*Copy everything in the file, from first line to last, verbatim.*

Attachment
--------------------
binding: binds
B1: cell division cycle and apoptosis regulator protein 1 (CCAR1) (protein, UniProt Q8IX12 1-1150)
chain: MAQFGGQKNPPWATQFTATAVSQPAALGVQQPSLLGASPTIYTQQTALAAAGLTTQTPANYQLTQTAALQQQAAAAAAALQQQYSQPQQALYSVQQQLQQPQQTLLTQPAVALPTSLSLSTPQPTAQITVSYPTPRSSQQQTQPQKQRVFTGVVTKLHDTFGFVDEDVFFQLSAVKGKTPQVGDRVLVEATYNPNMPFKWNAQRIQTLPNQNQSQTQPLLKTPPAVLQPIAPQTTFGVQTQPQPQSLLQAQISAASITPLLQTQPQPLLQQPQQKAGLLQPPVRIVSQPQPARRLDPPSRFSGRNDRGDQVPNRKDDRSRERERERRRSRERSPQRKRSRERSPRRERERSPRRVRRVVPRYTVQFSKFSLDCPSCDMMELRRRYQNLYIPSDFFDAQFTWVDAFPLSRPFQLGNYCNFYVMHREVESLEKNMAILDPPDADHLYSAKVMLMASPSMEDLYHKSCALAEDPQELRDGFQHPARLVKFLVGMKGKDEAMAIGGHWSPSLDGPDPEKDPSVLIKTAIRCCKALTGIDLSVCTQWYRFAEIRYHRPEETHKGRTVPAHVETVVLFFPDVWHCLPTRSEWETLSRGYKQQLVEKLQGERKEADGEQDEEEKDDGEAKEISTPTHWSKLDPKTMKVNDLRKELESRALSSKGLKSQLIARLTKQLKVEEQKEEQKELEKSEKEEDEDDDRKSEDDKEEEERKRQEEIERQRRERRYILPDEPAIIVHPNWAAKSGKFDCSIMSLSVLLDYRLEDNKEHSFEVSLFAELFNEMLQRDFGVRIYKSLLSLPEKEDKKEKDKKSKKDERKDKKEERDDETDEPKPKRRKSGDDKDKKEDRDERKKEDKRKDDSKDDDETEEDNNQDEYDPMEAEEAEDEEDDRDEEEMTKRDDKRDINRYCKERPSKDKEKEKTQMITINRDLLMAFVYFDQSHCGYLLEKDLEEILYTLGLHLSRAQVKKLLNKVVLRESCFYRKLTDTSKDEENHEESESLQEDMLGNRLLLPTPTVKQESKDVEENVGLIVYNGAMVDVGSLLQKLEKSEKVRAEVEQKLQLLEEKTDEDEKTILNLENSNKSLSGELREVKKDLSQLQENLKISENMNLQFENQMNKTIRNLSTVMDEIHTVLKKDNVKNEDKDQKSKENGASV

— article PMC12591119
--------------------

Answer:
binding: binds
B1: cell division cycle and apoptosis regulator protein 1 (CCAR1) (protein, UniProt Q8IX12 1-1150)
chain: MAQFGGQKNPPWATQFTATAVSQPAALGVQQPSLLGASPTIYTQQTALAAAGLTTQTPANYQLTQTAALQQQAAAAAAALQQQYSQPQQALYSVQQQLQQPQQTLLTQPAVALPTSLSLSTPQPTAQITVSYPTPRSSQQQTQPQKQRVFTGVVTKLHDTFGFVDEDVFFQLSAVKGKTPQVGDRVLVEATYNPNMPFKWNAQRIQTLPNQNQSQTQPLLKTPPAVLQPIAPQTTFGVQTQPQPQSLLQAQISAASITPLLQTQPQPLLQQPQQKAGLLQPPVRIVSQPQPARRLDPPSRFSGRNDRGDQVPNRKDDRSRERERERRRSRERSPQRKRSRERSPRRERERSPRRVRRVVPRYTVQFSKFSLDCPSCDMMELRRRYQNLYIPSDFFDAQFTWVDAFPLSRPFQLGNYCNFYVMHREVESLEKNMAILDPPDADHLYSAKVMLMASPSMEDLYHKSCALAEDPQELRDGFQHPARLVKFLVGMKGKDEAMAIGGHWSPSLDGPDPEKDPSVLIKTAIRCCKALTGIDLSVCTQWYRFAEIRYHRPEETHKGRTVPAHVETVVLFFPDVWHCLPTRSEWETLSRGYKQQLVEKLQGERKEADGEQDEEEKDDGEAKEISTPTHWSKLDPKTMKVNDLRKELESRALSSKGLKSQLIARLTKQLKVEEQKEEQKELEKSEKEEDEDDDRKSEDDKEEEERKRQEEIERQRRERRYILPDEPAIIVHPNWAAKSGKFDCSIMSLSVLLDYRLEDNKEHSFEVSLFAELFNEMLQRDFGVRIYKSLLSLPEKEDKKEKDKKSKKDERKDKKEERDDETDEPKPKRRKSGDDKDKKEDRDERKKEDKRKDDSKDDDETEEDNNQDEYDPMEAEEAEDEEDDRDEEEMTKRDDKRDINRYCKERPSKDKEKEKTQMITINRDLLMAFVYFDQSHCGYLLEKDLEEILYTLGLHLSRAQVKKLLNKVVLRESCFYRKLTDTSKDEENHEESESLQEDMLGNRLLLPTPTVKQESKDVEENVGLIVYNGAMVDVGSLLQKLEKSEKVRAEVEQKLQLLEEKTDEDEKTILNLENSNKSLSGELREVKKDLSQLQENLKISENMNLQFENQMNKTIRNLSTVMDEIHTVLKKDNVKNEDKDQKSKENGASV

— article PMC12591119